Years ago, I found myself in Hawaii -- never a bad place in which to find oneself -- and as often happens when you’re in Hawaii, I soon found myself on a beach. Well, wouldn’t you know it, suddenly there were waves, so I got in the water to give those waves a piece of my mind, and the next thing I knew I was wet. Great! Now what?

It seemed like a good time to body surf, which I consider myself to be a master of. Body surfing is great because you don’t need any of the fancy accessories that surfers and boogie boarders require, just your own blubbery ol’ naked body. (Full disclosure: it's not really legal to body surf naked at this juncture in human history).

And, in my case, that was pre-COVID blubber (so don’t ask what I look like now). Anyway, there I was, all wet, riding the waves with my hot (and yet blubbery) body, totally sans equipment, and the next thing I know a bodysurfer is coming at me at the speed of a large Hawaiian wave (which is very fast!). Except this particular body surfer was employing surfboards strapped to both hands. No kidding!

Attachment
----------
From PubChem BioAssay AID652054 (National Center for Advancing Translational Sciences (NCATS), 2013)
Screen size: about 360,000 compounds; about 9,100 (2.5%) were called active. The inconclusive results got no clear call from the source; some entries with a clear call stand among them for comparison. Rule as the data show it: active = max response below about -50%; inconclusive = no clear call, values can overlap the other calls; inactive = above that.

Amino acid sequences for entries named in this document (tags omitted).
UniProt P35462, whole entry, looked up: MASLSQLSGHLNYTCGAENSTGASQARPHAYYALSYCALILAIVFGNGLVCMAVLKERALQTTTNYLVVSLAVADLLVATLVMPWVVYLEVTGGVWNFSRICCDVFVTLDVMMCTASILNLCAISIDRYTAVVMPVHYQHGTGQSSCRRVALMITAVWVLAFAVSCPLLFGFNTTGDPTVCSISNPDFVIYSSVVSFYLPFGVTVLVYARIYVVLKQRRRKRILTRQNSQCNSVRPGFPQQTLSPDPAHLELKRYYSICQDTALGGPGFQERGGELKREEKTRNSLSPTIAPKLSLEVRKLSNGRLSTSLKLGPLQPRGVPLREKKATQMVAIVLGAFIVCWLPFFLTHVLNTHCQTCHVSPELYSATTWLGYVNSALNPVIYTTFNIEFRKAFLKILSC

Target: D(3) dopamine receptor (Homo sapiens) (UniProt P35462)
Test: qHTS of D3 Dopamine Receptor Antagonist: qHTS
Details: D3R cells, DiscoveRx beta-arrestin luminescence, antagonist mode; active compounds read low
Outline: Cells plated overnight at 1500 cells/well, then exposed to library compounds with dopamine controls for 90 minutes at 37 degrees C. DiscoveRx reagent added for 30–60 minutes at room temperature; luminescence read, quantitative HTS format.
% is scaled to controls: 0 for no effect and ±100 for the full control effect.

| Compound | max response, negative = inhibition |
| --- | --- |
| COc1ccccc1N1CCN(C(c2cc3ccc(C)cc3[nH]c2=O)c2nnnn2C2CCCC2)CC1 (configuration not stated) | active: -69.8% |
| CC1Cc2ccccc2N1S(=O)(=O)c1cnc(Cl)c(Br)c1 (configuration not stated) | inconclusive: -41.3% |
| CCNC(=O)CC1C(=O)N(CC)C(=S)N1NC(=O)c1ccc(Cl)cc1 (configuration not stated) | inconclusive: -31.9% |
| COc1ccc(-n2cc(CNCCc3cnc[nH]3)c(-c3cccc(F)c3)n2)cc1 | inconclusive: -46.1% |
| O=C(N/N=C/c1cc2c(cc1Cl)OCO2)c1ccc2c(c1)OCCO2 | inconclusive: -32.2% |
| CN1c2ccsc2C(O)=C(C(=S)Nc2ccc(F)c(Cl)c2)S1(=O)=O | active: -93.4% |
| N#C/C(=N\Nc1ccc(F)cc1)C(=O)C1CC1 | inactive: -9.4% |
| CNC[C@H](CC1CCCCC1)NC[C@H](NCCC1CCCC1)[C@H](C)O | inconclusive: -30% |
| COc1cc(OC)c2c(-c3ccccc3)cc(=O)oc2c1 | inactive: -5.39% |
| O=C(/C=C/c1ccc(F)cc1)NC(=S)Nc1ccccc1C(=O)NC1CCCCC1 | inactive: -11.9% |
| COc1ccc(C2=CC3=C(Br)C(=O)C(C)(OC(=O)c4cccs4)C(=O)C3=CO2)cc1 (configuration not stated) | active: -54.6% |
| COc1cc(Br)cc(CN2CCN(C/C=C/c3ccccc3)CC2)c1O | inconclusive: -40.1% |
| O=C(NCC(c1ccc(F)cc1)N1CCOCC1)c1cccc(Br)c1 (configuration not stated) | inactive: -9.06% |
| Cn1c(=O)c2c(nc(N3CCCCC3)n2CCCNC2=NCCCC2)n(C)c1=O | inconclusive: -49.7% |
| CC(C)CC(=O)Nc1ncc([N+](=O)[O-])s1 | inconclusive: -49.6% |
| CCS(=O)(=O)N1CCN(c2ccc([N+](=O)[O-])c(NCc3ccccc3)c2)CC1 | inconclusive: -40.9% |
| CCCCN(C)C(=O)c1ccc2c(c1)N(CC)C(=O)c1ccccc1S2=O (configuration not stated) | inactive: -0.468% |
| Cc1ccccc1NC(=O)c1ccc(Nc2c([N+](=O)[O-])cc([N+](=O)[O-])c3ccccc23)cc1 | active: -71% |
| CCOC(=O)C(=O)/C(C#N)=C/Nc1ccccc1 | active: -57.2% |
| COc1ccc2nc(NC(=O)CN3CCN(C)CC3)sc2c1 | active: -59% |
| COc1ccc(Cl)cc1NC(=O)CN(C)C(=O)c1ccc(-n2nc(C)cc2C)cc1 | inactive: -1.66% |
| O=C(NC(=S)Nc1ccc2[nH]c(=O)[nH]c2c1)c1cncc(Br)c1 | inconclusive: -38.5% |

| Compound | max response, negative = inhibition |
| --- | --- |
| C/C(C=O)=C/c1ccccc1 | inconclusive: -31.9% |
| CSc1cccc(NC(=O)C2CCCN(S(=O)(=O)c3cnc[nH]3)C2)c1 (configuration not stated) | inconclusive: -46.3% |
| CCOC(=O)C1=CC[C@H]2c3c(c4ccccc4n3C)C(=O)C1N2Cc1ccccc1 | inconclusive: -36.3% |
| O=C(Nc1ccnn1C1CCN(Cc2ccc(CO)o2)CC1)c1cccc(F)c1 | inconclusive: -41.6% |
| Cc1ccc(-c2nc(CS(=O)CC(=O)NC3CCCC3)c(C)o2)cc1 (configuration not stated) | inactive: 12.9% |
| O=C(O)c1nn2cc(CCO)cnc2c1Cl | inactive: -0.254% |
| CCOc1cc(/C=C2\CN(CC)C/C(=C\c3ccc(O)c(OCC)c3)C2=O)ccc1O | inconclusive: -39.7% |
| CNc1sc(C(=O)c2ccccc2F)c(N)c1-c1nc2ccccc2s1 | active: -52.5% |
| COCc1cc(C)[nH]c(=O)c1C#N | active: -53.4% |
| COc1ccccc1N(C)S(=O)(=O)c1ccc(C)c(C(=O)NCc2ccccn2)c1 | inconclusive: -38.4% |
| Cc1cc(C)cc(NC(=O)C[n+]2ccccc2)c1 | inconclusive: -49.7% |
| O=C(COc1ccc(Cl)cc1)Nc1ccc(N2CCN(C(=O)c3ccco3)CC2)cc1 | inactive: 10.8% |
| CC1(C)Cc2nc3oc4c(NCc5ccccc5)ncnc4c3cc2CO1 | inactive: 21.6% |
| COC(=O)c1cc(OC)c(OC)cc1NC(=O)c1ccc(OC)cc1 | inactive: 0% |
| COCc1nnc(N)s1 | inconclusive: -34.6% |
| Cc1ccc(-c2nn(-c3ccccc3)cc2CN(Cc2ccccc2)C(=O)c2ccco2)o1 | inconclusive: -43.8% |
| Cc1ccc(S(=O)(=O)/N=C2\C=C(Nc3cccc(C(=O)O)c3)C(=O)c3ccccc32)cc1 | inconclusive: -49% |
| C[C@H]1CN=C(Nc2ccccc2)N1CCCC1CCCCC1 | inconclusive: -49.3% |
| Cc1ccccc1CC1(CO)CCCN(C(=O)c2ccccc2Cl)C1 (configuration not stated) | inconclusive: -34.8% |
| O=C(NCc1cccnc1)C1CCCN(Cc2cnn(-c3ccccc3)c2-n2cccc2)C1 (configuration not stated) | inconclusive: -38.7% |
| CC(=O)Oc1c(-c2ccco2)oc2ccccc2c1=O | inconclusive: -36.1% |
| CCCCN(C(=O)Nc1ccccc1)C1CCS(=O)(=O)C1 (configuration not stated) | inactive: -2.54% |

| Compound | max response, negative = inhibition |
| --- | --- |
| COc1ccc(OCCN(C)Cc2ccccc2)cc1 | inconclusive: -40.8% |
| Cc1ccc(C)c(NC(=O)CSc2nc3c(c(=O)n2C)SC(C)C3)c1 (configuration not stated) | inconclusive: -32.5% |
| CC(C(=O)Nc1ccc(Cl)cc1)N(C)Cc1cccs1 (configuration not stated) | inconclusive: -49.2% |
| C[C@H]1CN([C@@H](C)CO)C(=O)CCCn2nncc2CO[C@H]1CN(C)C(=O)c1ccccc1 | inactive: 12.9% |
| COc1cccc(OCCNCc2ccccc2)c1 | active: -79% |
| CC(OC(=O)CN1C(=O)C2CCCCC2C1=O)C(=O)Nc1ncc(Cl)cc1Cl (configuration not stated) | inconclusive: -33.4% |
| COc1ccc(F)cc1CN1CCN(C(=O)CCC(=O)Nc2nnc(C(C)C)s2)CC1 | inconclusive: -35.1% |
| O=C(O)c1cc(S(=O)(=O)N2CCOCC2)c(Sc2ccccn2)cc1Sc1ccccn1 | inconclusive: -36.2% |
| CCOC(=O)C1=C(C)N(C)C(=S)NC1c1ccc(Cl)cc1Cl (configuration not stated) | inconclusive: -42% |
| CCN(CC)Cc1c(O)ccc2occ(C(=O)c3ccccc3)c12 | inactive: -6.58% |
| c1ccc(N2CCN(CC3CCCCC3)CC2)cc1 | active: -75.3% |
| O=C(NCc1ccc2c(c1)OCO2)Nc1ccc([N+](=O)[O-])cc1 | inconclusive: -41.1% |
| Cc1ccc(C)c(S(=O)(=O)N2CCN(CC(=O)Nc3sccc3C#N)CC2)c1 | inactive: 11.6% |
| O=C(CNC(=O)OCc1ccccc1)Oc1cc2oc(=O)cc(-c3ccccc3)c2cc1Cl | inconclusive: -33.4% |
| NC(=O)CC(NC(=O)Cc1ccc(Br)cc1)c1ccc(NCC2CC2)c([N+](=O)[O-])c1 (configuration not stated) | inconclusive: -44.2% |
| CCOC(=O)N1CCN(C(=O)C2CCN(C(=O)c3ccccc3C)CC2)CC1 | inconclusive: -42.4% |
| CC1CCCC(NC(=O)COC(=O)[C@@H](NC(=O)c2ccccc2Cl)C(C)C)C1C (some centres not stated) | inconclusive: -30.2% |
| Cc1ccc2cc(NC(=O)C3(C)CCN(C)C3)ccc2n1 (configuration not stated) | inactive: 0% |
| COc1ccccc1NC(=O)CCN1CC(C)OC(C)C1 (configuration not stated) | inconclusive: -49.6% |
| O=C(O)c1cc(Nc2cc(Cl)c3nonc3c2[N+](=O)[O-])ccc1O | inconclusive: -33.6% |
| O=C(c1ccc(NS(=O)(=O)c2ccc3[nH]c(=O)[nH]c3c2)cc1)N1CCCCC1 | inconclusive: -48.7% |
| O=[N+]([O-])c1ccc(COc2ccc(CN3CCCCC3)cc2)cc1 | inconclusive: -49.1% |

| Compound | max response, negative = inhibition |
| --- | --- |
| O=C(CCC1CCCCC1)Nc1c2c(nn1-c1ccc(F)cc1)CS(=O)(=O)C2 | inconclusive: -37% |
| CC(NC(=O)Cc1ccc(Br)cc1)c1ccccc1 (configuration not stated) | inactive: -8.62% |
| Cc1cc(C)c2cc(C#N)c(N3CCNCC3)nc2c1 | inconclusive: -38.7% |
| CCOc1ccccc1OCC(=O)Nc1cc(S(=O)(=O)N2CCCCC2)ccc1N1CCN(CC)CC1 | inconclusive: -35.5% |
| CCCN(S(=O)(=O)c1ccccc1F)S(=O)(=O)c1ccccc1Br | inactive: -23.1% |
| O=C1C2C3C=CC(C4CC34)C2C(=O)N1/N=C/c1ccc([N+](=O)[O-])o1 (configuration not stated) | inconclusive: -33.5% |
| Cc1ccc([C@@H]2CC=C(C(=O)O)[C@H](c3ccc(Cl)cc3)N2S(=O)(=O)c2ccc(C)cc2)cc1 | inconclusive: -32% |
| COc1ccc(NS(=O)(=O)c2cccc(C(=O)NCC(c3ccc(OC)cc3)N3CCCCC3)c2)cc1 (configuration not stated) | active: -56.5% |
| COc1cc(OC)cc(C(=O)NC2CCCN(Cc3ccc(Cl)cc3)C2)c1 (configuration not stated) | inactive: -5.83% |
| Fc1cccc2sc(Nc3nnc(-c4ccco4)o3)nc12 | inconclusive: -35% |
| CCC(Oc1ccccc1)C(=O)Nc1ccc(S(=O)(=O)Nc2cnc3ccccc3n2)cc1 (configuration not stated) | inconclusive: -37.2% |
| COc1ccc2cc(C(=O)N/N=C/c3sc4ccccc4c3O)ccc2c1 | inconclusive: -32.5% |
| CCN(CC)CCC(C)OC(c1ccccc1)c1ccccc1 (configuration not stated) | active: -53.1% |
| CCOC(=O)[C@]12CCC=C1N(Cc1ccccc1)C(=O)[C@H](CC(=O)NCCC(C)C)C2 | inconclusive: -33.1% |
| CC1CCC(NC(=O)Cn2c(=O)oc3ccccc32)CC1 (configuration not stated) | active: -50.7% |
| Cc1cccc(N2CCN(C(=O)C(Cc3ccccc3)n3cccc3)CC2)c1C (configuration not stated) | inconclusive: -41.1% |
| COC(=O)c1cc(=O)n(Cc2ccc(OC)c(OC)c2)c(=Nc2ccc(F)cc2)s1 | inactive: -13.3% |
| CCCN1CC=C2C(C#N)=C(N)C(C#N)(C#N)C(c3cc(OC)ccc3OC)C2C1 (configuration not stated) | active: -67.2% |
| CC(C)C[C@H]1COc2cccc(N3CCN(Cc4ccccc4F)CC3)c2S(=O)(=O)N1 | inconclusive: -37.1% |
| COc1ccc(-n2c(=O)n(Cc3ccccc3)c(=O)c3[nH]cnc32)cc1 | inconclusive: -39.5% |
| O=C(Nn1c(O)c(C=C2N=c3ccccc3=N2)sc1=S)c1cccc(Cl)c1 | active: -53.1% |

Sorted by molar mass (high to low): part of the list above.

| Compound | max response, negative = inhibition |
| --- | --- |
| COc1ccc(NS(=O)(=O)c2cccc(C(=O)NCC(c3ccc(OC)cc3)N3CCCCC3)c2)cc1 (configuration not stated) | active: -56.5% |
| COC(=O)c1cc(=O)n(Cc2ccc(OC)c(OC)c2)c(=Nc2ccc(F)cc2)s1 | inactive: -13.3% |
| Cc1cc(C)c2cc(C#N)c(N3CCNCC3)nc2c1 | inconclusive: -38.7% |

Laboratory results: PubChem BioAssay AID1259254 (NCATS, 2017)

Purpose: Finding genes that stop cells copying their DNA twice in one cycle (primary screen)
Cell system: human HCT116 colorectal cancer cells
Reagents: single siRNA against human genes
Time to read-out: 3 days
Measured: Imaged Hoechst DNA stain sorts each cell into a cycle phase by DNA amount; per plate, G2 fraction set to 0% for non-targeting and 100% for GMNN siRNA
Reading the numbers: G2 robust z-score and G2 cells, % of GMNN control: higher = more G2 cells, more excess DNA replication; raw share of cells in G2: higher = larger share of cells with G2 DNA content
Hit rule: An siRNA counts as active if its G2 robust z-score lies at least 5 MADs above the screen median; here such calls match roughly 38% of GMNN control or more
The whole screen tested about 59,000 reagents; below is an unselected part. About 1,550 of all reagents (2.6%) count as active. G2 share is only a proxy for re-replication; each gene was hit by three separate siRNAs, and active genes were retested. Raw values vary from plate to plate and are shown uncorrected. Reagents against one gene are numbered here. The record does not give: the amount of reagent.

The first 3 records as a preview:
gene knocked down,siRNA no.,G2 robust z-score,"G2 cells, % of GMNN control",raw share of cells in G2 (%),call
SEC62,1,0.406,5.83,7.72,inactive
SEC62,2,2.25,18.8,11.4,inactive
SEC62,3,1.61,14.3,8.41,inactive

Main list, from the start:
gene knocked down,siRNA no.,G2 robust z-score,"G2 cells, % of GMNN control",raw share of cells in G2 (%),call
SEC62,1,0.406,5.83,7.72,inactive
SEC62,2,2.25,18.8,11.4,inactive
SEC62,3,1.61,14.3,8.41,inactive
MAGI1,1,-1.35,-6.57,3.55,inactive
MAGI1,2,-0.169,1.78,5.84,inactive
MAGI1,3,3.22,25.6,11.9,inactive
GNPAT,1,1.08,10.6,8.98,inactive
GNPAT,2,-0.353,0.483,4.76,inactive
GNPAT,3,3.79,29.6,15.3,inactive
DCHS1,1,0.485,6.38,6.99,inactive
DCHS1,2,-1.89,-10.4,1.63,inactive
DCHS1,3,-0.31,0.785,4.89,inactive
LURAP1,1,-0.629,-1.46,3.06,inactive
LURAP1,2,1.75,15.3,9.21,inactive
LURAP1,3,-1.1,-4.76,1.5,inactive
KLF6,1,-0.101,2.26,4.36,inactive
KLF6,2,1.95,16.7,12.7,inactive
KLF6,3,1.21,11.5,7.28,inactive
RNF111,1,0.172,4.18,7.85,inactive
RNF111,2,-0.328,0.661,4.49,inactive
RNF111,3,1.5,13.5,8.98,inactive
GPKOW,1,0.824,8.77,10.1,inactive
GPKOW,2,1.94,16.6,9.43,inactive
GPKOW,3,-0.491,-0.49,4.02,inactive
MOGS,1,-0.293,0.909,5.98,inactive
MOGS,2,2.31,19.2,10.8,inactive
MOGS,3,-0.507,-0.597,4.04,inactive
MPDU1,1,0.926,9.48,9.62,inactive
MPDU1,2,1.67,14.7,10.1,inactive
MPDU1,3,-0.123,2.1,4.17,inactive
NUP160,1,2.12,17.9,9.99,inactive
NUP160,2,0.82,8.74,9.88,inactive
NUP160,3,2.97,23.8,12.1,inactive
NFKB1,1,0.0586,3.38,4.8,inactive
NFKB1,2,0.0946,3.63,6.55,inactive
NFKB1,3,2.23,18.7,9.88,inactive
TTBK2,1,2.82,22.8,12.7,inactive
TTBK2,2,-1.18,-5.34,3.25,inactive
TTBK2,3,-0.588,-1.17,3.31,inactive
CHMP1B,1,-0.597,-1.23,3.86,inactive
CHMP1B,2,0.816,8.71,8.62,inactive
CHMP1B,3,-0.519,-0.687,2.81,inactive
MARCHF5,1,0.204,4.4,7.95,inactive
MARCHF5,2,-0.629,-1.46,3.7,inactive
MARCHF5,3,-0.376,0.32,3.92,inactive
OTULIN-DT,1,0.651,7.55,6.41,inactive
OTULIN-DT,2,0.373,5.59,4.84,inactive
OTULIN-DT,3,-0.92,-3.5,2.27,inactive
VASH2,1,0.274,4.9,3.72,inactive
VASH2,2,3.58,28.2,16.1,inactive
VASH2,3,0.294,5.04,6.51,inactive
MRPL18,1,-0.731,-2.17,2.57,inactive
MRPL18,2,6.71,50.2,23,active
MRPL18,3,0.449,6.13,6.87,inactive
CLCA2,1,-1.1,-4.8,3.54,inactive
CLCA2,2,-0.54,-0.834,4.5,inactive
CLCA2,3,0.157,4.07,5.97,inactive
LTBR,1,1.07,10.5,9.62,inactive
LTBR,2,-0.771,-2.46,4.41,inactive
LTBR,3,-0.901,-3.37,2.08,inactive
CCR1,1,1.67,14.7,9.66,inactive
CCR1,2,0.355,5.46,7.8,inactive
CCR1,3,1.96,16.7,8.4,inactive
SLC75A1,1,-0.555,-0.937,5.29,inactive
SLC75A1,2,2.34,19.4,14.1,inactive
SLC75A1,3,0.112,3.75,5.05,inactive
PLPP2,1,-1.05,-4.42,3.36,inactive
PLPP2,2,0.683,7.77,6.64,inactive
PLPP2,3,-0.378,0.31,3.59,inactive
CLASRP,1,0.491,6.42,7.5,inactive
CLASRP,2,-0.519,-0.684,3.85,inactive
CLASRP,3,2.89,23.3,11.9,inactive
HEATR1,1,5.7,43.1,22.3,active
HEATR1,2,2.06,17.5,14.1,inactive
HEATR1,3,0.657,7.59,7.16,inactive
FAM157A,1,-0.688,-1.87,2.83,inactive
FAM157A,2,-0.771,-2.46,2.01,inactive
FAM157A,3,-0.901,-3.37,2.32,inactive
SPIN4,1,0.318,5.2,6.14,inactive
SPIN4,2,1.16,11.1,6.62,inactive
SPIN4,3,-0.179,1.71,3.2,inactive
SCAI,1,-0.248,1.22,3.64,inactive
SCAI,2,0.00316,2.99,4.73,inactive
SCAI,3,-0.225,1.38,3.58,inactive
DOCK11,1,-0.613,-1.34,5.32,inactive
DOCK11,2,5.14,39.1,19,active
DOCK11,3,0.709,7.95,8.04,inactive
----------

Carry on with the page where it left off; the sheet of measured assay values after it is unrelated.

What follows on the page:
OK, they were mini surfboards, about the size of dinner plates, and had a name: “hand planes”! (Not to be confused with the kind of hand plane used to smooth out wood). Suddenly, here was yet another device I could purchase. Not quite as ridiculously expensive as getting a surfboard, but ridiculous enough to cost $150. So, really, is this the kind of dust-collecting device that I should spend yet more of my hard-earned money on, knowing that I’ll only use it when I’m in Hawaii, once in a blue moon?

Um, yes.